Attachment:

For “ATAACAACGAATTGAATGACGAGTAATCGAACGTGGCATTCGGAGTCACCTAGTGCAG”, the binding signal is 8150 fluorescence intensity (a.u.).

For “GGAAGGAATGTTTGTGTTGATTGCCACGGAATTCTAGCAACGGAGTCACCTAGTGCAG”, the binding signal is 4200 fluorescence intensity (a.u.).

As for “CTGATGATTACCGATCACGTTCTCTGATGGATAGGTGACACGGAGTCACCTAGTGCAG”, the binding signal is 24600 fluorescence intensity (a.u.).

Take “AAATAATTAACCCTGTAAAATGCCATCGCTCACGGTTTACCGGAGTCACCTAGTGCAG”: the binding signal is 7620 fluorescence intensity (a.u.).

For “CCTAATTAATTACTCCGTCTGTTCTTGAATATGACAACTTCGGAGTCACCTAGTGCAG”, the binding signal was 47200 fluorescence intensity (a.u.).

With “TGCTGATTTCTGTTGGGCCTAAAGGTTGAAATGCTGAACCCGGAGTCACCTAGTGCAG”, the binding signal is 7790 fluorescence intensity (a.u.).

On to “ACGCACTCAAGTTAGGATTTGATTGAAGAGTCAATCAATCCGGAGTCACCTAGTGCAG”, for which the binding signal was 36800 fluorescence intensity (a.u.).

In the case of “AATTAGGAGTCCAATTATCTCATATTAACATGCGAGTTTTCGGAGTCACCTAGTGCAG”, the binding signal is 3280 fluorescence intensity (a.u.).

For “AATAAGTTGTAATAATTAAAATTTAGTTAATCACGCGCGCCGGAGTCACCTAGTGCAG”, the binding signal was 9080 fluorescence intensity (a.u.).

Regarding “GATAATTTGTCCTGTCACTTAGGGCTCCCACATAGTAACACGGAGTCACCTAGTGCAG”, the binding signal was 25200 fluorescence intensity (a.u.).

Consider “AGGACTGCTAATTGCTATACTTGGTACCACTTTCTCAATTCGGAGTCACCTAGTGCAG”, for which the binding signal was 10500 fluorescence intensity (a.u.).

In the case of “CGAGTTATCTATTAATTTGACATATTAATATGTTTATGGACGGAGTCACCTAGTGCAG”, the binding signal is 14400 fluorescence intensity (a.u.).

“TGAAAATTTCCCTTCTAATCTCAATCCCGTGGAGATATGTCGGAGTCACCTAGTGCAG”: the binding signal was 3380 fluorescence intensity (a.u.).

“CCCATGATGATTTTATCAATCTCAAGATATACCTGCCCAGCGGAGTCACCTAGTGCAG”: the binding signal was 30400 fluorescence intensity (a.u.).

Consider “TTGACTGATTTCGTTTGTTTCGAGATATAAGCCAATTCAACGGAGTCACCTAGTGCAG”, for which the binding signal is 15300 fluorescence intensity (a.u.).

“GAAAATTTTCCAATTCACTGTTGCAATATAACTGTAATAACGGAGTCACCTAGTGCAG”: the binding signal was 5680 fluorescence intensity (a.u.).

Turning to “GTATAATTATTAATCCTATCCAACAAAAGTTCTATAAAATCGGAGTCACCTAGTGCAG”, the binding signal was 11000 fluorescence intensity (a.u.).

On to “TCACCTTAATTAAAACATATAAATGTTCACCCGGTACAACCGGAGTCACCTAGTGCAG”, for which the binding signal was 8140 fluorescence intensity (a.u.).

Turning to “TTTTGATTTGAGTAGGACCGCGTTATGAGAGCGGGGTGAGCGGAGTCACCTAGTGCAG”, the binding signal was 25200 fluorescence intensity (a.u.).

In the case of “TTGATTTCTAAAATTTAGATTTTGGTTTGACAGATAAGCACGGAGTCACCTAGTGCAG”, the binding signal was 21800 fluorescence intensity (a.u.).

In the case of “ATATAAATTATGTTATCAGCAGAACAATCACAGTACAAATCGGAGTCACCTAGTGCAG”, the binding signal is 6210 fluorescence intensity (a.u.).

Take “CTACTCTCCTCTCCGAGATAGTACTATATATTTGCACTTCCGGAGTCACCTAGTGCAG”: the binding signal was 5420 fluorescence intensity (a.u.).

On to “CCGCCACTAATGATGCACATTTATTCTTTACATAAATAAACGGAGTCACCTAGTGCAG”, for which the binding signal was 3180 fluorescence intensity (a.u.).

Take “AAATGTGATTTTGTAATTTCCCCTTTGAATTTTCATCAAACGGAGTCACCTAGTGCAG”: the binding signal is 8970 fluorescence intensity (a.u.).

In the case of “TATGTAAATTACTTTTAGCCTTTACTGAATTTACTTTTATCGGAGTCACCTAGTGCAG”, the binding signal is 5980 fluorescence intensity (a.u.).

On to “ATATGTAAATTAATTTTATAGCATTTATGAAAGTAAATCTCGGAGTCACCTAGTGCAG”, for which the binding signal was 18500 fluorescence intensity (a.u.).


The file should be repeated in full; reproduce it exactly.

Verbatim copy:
For “ATAACAACGAATTGAATGACGAGTAATCGAACGTGGCATTCGGAGTCACCTAGTGCAG”, the binding signal is 8150 fluorescence intensity (a.u.).

For “GGAAGGAATGTTTGTGTTGATTGCCACGGAATTCTAGCAACGGAGTCACCTAGTGCAG”, the binding signal is 4200 fluorescence intensity (a.u.).

As for “CTGATGATTACCGATCACGTTCTCTGATGGATAGGTGACACGGAGTCACCTAGTGCAG”, the binding signal is 24600 fluorescence intensity (a.u.).

Take “AAATAATTAACCCTGTAAAATGCCATCGCTCACGGTTTACCGGAGTCACCTAGTGCAG”: the binding signal is 7620 fluorescence intensity (a.u.).

For “CCTAATTAATTACTCCGTCTGTTCTTGAATATGACAACTTCGGAGTCACCTAGTGCAG”, the binding signal was 47200 fluorescence intensity (a.u.).

With “TGCTGATTTCTGTTGGGCCTAAAGGTTGAAATGCTGAACCCGGAGTCACCTAGTGCAG”, the binding signal is 7790 fluorescence intensity (a.u.).

On to “ACGCACTCAAGTTAGGATTTGATTGAAGAGTCAATCAATCCGGAGTCACCTAGTGCAG”, for which the binding signal was 36800 fluorescence intensity (a.u.).

In the case of “AATTAGGAGTCCAATTATCTCATATTAACATGCGAGTTTTCGGAGTCACCTAGTGCAG”, the binding signal is 3280 fluorescence intensity (a.u.).

For “AATAAGTTGTAATAATTAAAATTTAGTTAATCACGCGCGCCGGAGTCACCTAGTGCAG”, the binding signal was 9080 fluorescence intensity (a.u.).

Regarding “GATAATTTGTCCTGTCACTTAGGGCTCCCACATAGTAACACGGAGTCACCTAGTGCAG”, the binding signal was 25200 fluorescence intensity (a.u.).

Consider “AGGACTGCTAATTGCTATACTTGGTACCACTTTCTCAATTCGGAGTCACCTAGTGCAG”, for which the binding signal was 10500 fluorescence intensity (a.u.).

In the case of “CGAGTTATCTATTAATTTGACATATTAATATGTTTATGGACGGAGTCACCTAGTGCAG”, the binding signal is 14400 fluorescence intensity (a.u.).

“TGAAAATTTCCCTTCTAATCTCAATCCCGTGGAGATATGTCGGAGTCACCTAGTGCAG”: the binding signal was 3380 fluorescence intensity (a.u.).

“CCCATGATGATTTTATCAATCTCAAGATATACCTGCCCAGCGGAGTCACCTAGTGCAG”: the binding signal was 30400 fluorescence intensity (a.u.).

Consider “TTGACTGATTTCGTTTGTTTCGAGATATAAGCCAATTCAACGGAGTCACCTAGTGCAG”, for which the binding signal is 15300 fluorescence intensity (a.u.).

“GAAAATTTTCCAATTCACTGTTGCAATATAACTGTAATAACGGAGTCACCTAGTGCAG”: the binding signal was 5680 fluorescence intensity (a.u.).

Turning to “GTATAATTATTAATCCTATCCAACAAAAGTTCTATAAAATCGGAGTCACCTAGTGCAG”, the binding signal was 11000 fluorescence intensity (a.u.).

On to “TCACCTTAATTAAAACATATAAATGTTCACCCGGTACAACCGGAGTCACCTAGTGCAG”, for which the binding signal was 8140 fluorescence intensity (a.u.).

Turning to “TTTTGATTTGAGTAGGACCGCGTTATGAGAGCGGGGTGAGCGGAGTCACCTAGTGCAG”, the binding signal was 25200 fluorescence intensity (a.u.).

In the case of “TTGATTTCTAAAATTTAGATTTTGGTTTGACAGATAAGCACGGAGTCACCTAGTGCAG”, the binding signal was 21800 fluorescence intensity (a.u.).

In the case of “ATATAAATTATGTTATCAGCAGAACAATCACAGTACAAATCGGAGTCACCTAGTGCAG”, the binding signal is 6210 fluorescence intensity (a.u.).

Take “CTACTCTCCTCTCCGAGATAGTACTATATATTTGCACTTCCGGAGTCACCTAGTGCAG”: the binding signal was 5420 fluorescence intensity (a.u.).

On to “CCGCCACTAATGATGCACATTTATTCTTTACATAAATAAACGGAGTCACCTAGTGCAG”, for which the binding signal was 3180 fluorescence intensity (a.u.).

Take “AAATGTGATTTTGTAATTTCCCCTTTGAATTTTCATCAAACGGAGTCACCTAGTGCAG”: the binding signal is 8970 fluorescence intensity (a.u.).

In the case of “TATGTAAATTACTTTTAGCCTTTACTGAATTTACTTTTATCGGAGTCACCTAGTGCAG”, the binding signal is 5980 fluorescence intensity (a.u.).

On to “ATATGTAAATTAATTTTATAGCATTTATGAAAGTAAATCTCGGAGTCACCTAGTGCAG”, for which the binding signal was 18500 fluorescence intensity (a.u.).